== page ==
Page MenuHomePhabricator

[mlir][python] Add `destroy` method to PyOperation.
ClosedPublic

Authored by mikeurbach on Apr 27 2021, 7:39 PM.

Details

Summary

This adds a method to directly invoke mlirOperationDestroy on the
MlirOperation wrapped by a PyOperation.

Diff Detail

Event Timeline

mikeurbach created this revision.Apr 27 2021, 7:39 PM
mikeurbach requested review of this revision.Apr 27 2021, 7:39 PM

Frankly I'm not sure if this is the best implementation. I do have a use-case where I think an explicit destroy call is needed, and to support that I think I had to make the destructor change. At that point, it seemed like I might as well just call the destructor in the new destroy method, but I'm not sure if that is some sort of anti-pattern.

It isn't clear to me where/how was this assertions hit before?

It isn't clear to me where/how was this assertions hit before?

Frankly, I'm not sure. In circt, I wrote some code similar to test test case that triggered it. In that case, liveOperations.count(operation.ptr) == 0.

It'd be nice to have a test case that could show it, otherwise we may be hiding another bug somewhere...

I need to study this a bit: there is some subtlety to the ownership model. In the mean time, I'm trying to imagine the use case for needing this and failing. Can you share more of the motivation?

The backstory is we often need to create cycles in graph regions, and I have been working on something to aid this in Python. Circuit IR often looks like:

%a = op1(%b)
%b = op2(%a)

And we want to be able to say something like this in Python:

a = op1.create(b=None)
b = op2.create(a=a)
a.set_operand(b=b)

We've kicked around some different ideas, but the one that stuck is to create temporary operations to supply values until they can be filled in. I have a very WIP branch to do this in Python.

The creation of temporary operations happens just like in the test case added to this revision: https://github.com/llvm/circt/pull/940/files#diff-118e1917f4ef350934484c7f6899e55475acec2a62d58461a839b97b3872475eR15.

Later on, when that "set_operand" call happens (that isn't the exact API), I call the new destroy method: https://github.com/llvm/circt/pull/940/files#diff-118e1917f4ef350934484c7f6899e55475acec2a62d58461a839b97b3872475eR23.

One thing I just noticed, and I'm not sure if it matters, is the temporary operation is not registered to any dialect.

Hopefully this helps. I'm trying to learn about the liveOperations myself, and understand why we'd need to assert the operation to-be-destructed must be in that list.

mikeurbach retitled this revision from [mlir][python] Update PyOperation destructor and add destroy method. to [mlir][python] Add `destroy` method to PyOperation..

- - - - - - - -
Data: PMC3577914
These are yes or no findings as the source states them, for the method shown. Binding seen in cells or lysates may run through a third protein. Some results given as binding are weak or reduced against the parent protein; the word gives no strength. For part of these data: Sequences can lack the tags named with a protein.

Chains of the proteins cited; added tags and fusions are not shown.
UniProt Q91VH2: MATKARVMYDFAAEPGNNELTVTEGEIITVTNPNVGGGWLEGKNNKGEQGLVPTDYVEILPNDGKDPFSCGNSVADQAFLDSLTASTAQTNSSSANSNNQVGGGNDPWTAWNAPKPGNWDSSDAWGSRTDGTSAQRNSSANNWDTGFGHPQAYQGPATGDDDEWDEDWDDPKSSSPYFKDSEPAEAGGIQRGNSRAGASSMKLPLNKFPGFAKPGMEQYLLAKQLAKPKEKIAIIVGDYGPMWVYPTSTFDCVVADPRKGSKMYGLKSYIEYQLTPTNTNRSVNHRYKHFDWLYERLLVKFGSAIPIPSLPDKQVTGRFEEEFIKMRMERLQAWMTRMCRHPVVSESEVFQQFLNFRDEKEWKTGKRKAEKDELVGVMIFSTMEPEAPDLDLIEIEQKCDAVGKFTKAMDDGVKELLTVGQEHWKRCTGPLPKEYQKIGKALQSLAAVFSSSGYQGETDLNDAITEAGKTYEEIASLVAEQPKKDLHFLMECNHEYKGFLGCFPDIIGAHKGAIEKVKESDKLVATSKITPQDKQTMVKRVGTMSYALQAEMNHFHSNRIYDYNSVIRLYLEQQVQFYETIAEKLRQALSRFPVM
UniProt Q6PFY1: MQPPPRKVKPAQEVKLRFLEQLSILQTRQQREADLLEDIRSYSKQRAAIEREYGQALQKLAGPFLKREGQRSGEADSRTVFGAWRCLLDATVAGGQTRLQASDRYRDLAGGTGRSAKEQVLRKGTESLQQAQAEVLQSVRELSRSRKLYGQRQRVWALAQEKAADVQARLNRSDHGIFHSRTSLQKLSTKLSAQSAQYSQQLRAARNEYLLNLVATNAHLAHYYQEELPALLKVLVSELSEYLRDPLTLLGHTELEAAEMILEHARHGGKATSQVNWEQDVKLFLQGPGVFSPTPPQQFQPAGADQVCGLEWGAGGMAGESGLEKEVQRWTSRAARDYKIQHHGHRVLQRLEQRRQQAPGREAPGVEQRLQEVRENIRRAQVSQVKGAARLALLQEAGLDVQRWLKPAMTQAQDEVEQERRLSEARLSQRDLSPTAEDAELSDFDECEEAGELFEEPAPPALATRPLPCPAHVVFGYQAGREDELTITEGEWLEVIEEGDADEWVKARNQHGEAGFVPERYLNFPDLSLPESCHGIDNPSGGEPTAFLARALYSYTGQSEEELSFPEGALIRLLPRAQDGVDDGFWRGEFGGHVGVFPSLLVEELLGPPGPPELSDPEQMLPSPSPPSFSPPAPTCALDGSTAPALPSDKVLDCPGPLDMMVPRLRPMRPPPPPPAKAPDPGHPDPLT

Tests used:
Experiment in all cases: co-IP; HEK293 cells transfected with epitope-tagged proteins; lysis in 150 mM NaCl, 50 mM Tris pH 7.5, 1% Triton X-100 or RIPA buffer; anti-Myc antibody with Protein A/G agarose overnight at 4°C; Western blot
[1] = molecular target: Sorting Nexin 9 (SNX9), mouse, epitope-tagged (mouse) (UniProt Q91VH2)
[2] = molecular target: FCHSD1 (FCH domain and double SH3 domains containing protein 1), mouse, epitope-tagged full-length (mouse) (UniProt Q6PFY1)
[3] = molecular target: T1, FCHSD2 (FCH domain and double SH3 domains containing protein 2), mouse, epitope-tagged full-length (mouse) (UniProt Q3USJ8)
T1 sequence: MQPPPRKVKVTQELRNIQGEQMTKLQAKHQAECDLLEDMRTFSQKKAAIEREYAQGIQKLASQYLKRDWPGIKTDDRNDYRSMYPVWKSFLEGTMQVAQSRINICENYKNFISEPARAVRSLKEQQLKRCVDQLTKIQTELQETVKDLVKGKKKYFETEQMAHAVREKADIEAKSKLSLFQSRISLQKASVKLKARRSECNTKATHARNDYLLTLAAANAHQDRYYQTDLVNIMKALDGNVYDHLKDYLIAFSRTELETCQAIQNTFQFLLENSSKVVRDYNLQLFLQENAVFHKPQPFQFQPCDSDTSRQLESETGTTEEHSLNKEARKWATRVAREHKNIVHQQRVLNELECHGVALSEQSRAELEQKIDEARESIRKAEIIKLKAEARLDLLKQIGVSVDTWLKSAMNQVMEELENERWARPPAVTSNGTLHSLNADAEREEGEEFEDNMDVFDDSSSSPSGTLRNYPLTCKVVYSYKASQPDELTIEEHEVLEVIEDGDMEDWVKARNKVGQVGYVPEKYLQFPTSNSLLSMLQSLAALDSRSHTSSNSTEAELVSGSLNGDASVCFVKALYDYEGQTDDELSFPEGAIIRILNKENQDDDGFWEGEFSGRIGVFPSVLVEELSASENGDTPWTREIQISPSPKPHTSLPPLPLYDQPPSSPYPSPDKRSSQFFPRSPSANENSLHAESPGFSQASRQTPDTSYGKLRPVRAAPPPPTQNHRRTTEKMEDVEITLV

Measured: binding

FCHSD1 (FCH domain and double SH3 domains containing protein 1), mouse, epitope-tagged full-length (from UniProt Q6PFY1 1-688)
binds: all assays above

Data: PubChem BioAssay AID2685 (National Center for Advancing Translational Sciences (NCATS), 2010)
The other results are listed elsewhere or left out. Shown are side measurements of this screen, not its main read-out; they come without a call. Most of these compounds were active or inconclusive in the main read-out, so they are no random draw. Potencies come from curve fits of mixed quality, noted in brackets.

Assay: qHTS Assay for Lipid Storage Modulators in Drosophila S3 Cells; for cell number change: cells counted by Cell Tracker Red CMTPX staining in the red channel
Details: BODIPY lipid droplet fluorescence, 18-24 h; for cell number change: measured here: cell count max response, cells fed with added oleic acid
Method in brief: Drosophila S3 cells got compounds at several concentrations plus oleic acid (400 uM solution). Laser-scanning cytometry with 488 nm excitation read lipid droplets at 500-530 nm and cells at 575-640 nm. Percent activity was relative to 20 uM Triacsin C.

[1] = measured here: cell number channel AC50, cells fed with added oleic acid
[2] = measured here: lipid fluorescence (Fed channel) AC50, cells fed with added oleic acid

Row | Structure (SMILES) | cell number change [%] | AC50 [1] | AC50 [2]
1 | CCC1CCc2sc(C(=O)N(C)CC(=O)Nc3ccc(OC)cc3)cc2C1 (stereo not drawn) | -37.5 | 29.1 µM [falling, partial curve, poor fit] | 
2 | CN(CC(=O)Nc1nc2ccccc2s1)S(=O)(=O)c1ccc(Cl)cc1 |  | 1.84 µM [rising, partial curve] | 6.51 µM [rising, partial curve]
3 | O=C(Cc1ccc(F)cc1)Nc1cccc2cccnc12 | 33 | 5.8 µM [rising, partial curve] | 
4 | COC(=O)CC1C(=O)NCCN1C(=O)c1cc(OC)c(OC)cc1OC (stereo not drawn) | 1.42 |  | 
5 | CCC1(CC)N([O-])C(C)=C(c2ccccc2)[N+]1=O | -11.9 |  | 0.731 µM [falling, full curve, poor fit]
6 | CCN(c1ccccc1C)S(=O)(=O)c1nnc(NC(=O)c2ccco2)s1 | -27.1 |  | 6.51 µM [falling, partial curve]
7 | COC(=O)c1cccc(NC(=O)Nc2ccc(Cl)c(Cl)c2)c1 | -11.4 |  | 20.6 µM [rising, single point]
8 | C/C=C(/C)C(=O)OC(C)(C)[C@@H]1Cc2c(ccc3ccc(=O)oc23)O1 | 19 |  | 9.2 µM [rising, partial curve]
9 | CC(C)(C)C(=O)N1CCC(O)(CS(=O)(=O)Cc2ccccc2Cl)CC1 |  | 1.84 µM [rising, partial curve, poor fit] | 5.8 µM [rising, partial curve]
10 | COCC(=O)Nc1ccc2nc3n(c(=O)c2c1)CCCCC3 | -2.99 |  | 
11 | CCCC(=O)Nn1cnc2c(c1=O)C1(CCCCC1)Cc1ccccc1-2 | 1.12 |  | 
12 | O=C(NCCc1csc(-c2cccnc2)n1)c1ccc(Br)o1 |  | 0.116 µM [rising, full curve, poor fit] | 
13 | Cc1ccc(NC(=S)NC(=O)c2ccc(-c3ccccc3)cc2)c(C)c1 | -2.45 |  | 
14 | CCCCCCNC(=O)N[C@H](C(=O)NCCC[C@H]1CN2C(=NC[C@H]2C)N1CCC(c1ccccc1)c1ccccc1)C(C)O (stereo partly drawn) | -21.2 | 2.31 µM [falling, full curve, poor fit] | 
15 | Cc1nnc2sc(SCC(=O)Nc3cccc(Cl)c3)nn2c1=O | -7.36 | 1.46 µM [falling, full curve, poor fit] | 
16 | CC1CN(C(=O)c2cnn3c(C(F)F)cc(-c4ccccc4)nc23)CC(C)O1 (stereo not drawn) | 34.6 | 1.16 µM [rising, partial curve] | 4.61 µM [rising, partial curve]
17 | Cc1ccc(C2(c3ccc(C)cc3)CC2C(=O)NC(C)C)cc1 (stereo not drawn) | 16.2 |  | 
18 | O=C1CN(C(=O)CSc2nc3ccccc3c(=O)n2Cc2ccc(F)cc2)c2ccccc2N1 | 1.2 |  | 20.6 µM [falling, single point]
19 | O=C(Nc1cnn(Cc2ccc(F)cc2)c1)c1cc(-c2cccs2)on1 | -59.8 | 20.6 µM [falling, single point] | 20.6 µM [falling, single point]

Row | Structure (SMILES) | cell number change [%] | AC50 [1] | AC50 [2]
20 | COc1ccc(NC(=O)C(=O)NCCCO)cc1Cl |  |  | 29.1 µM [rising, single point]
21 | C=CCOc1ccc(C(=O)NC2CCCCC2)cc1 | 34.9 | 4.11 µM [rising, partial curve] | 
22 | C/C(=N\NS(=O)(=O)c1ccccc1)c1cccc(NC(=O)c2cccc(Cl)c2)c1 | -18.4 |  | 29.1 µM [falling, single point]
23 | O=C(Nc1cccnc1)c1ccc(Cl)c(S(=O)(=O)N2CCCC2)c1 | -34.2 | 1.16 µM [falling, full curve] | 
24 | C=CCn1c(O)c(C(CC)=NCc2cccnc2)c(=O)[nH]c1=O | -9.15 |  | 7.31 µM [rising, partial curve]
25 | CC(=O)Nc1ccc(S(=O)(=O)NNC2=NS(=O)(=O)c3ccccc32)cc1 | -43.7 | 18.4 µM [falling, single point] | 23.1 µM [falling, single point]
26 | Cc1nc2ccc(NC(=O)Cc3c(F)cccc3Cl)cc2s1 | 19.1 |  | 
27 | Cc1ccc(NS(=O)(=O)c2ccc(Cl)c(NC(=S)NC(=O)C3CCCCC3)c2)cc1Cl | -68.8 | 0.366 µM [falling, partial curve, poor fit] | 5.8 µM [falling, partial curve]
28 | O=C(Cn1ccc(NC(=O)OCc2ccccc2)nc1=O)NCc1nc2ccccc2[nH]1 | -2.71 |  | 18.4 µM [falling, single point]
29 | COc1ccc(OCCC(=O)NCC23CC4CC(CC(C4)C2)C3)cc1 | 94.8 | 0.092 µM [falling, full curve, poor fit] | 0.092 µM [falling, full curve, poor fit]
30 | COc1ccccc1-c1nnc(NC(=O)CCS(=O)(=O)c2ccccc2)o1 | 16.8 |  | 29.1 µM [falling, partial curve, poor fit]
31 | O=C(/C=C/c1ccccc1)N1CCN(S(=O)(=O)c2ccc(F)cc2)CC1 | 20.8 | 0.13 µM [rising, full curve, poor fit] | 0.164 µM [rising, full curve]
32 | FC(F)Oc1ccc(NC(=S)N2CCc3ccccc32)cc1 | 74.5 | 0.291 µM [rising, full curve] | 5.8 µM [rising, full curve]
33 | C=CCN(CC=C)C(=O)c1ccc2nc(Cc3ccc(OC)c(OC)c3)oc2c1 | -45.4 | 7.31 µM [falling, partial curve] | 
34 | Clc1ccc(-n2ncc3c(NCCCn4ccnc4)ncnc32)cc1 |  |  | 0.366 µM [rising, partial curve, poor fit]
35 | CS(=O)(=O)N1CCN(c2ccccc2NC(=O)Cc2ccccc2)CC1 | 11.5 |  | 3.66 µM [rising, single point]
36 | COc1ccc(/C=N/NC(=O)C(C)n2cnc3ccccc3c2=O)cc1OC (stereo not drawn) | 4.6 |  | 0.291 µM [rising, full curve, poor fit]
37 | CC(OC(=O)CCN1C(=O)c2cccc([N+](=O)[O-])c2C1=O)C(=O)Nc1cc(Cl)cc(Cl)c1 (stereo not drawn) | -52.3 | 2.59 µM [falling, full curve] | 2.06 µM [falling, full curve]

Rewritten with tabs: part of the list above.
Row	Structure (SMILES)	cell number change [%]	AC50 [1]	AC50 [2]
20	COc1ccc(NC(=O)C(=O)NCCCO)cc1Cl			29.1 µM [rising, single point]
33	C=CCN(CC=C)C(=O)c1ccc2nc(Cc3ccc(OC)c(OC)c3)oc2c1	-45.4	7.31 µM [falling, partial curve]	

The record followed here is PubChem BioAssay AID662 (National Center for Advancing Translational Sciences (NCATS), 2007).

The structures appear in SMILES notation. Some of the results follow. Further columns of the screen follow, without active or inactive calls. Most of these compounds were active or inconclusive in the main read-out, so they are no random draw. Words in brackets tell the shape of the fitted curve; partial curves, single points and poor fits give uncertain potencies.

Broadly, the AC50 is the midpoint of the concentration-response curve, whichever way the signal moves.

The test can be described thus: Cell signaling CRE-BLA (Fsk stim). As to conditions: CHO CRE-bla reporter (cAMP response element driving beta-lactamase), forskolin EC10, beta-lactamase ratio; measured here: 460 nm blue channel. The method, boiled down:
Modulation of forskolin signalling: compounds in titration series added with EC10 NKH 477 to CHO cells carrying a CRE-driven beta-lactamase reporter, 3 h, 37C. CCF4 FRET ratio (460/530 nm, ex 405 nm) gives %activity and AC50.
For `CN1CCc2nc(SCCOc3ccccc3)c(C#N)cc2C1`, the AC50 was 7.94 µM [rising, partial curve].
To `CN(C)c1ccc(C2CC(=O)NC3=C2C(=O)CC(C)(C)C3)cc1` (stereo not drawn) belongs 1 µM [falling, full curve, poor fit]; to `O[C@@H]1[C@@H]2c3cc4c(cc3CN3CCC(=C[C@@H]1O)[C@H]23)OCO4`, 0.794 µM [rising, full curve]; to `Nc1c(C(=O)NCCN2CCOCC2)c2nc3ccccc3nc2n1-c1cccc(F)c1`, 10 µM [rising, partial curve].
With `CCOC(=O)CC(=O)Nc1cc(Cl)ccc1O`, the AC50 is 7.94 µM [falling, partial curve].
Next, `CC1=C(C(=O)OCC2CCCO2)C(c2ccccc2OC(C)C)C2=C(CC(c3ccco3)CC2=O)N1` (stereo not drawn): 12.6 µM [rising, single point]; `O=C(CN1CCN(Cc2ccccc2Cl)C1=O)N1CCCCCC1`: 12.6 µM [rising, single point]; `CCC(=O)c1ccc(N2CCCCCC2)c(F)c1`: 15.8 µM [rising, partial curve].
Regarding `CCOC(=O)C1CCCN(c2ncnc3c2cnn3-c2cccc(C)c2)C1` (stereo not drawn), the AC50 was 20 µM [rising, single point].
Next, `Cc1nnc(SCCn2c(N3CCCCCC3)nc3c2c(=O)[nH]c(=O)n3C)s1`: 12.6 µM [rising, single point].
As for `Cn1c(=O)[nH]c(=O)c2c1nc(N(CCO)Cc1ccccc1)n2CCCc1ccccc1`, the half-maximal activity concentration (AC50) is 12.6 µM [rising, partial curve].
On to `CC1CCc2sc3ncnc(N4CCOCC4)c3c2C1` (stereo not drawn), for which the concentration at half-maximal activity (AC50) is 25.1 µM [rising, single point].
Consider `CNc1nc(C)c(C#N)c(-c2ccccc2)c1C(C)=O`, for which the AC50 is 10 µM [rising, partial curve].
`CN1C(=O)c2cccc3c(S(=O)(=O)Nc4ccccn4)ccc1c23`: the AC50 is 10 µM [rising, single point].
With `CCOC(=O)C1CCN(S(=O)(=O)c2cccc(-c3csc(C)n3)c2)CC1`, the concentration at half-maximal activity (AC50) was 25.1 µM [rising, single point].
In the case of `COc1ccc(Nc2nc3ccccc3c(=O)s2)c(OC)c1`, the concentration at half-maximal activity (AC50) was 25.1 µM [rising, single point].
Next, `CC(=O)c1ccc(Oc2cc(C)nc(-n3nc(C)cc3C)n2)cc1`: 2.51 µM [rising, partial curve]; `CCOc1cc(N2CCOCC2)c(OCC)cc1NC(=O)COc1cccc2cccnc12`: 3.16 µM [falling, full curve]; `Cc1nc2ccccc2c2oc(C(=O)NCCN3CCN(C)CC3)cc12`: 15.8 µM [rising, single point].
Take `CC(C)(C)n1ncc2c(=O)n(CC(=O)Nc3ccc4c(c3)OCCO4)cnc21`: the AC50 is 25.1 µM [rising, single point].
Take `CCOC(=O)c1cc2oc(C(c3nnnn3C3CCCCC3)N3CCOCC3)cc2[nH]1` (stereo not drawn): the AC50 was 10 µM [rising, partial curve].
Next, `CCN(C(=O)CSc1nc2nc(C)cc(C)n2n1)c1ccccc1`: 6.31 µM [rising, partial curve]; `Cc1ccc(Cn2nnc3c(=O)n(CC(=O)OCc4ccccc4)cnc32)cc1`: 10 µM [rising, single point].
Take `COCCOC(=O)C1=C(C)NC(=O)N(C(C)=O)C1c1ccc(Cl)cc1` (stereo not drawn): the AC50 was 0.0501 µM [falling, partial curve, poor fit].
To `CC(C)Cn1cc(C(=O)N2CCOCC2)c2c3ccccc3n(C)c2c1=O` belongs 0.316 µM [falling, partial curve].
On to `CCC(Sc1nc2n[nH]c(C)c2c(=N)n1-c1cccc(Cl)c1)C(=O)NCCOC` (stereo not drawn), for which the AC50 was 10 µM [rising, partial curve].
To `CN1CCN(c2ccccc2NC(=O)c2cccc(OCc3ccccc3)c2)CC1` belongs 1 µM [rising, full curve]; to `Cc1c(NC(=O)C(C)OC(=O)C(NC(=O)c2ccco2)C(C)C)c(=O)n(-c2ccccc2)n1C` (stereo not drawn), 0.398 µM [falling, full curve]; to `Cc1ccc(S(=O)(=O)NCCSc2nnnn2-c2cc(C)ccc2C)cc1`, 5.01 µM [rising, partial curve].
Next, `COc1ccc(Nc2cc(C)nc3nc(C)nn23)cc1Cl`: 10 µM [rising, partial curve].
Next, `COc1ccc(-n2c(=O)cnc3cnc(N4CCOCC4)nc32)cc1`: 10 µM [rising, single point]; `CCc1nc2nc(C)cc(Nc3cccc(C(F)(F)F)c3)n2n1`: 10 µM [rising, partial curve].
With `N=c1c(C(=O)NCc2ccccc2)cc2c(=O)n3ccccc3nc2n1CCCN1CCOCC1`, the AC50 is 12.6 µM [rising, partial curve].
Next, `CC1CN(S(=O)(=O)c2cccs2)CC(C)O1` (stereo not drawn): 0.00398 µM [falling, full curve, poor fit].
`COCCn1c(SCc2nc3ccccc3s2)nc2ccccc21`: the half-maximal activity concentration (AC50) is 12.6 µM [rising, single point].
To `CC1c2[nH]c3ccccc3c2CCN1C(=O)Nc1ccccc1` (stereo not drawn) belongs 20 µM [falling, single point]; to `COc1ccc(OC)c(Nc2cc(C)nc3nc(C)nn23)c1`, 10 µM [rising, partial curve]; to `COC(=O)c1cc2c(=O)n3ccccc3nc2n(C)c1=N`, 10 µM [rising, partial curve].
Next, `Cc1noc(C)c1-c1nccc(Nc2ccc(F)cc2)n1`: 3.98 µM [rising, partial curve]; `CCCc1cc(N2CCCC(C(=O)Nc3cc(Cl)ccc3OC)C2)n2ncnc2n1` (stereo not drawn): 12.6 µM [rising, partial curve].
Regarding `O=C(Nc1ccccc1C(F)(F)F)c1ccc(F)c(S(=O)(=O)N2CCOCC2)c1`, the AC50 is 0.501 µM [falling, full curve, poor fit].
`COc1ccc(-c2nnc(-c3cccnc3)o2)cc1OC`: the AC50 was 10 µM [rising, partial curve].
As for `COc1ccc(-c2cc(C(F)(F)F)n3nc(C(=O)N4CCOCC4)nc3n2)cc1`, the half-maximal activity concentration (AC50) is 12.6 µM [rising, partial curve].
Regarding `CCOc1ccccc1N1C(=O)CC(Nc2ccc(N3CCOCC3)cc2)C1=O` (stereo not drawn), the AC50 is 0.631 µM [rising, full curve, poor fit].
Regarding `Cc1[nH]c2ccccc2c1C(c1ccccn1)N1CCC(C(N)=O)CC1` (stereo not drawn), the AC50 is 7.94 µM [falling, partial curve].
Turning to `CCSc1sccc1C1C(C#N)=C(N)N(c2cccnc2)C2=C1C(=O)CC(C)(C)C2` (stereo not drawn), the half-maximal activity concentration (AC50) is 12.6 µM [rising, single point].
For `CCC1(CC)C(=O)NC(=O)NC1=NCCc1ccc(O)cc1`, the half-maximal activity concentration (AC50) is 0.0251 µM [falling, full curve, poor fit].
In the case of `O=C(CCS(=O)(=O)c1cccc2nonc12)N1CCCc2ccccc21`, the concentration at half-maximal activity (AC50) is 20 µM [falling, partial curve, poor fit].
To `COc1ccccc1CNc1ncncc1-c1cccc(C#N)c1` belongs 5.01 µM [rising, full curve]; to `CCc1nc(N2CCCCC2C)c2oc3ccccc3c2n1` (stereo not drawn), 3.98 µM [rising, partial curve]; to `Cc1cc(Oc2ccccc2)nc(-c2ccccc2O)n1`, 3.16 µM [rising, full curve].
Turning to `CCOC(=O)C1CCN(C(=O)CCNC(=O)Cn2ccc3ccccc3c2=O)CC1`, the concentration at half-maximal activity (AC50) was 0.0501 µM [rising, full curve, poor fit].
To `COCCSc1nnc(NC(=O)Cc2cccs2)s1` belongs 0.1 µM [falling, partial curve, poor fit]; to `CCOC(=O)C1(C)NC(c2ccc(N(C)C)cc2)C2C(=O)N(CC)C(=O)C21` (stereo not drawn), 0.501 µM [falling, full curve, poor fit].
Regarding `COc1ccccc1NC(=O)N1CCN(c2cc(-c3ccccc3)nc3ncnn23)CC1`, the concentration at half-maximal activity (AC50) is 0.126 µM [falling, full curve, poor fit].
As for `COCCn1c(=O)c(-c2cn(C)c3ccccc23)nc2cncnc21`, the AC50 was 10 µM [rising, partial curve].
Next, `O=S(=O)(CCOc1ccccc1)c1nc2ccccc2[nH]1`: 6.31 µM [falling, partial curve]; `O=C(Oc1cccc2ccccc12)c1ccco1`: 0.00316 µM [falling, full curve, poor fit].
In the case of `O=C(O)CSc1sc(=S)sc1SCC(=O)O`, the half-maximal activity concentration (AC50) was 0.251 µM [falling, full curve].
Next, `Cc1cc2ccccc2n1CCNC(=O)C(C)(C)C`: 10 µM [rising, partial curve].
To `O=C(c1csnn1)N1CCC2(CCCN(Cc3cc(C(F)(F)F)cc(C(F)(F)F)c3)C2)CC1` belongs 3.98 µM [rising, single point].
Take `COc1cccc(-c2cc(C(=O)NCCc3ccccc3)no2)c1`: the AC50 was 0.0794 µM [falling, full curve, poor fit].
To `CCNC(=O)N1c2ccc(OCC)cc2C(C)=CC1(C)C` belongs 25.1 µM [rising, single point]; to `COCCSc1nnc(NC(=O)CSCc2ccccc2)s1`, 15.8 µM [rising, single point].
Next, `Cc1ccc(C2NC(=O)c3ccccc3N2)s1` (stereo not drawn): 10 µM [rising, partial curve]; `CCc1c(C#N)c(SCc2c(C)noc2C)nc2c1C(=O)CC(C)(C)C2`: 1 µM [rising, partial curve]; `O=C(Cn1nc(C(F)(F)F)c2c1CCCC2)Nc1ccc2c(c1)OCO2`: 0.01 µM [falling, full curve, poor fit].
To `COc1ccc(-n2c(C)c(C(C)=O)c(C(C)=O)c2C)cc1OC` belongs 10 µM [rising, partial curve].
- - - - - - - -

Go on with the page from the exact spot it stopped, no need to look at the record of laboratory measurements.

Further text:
mikeurbach edited the summary of this revision. (Show Details)

Replace call to destructor with call to mlirOperationDestroy.

mehdi_amini added inline comments.Apr 28 2021, 4:07 PM
mlir/lib/Bindings/Python/IRCore.cpp
2116

Can you call this erase to keep alignment with the C++ API?

(we should rename the C API, I don't know why it is called "destroy"...)

I did some more digging, and I think my confusion came from when operations are removed from the liveOperations map. This happens in the PyOperation destructor, and only there. When I was testing this before, I found that I was hitting the assertion in the destructor, because I had already called it once and removed the operation! Part of my confusion was how I previously wrote the test. I was checking the live operations map while I still had a Python reference, so the destructor hadn't been called.

Now, the test is just a standard FileCheck assertion on the IR. This revision just calls mlirOperationDestroy directly. This does what I wanted, but I'm still not sure if this is valid. The MlirOperation's pointer will be in the live operations map until the PyOperation destructor is called. I'm not sure if there will be any major issue with that...

Rename "destroy" to "erase".

mikeurbach marked an inline comment as done.Apr 28 2021, 4:11 PM
This revision is now accepted and ready to land.Apr 28 2021, 4:16 PM

This simple case works, but the previous concern about having the erased operation's pointer in the live operations map is a real issue. In fact, if I try to create any operations after erasing one, I hit this assertion: https://github.com/llvm/llvm-project/blob/86f291ebb2dfc5a93e1ee83b2d5965dcfa5d8bb1/mlir/lib/Bindings/Python/IRCore.cpp#L805. I haven't dug this far, but I think maybe an implementation detail of MLIR means the same pointer will be re-used on the next operation created? Anyway, it seems we must remove the pointer when erase is called... I am adding a test for this and trying to address it.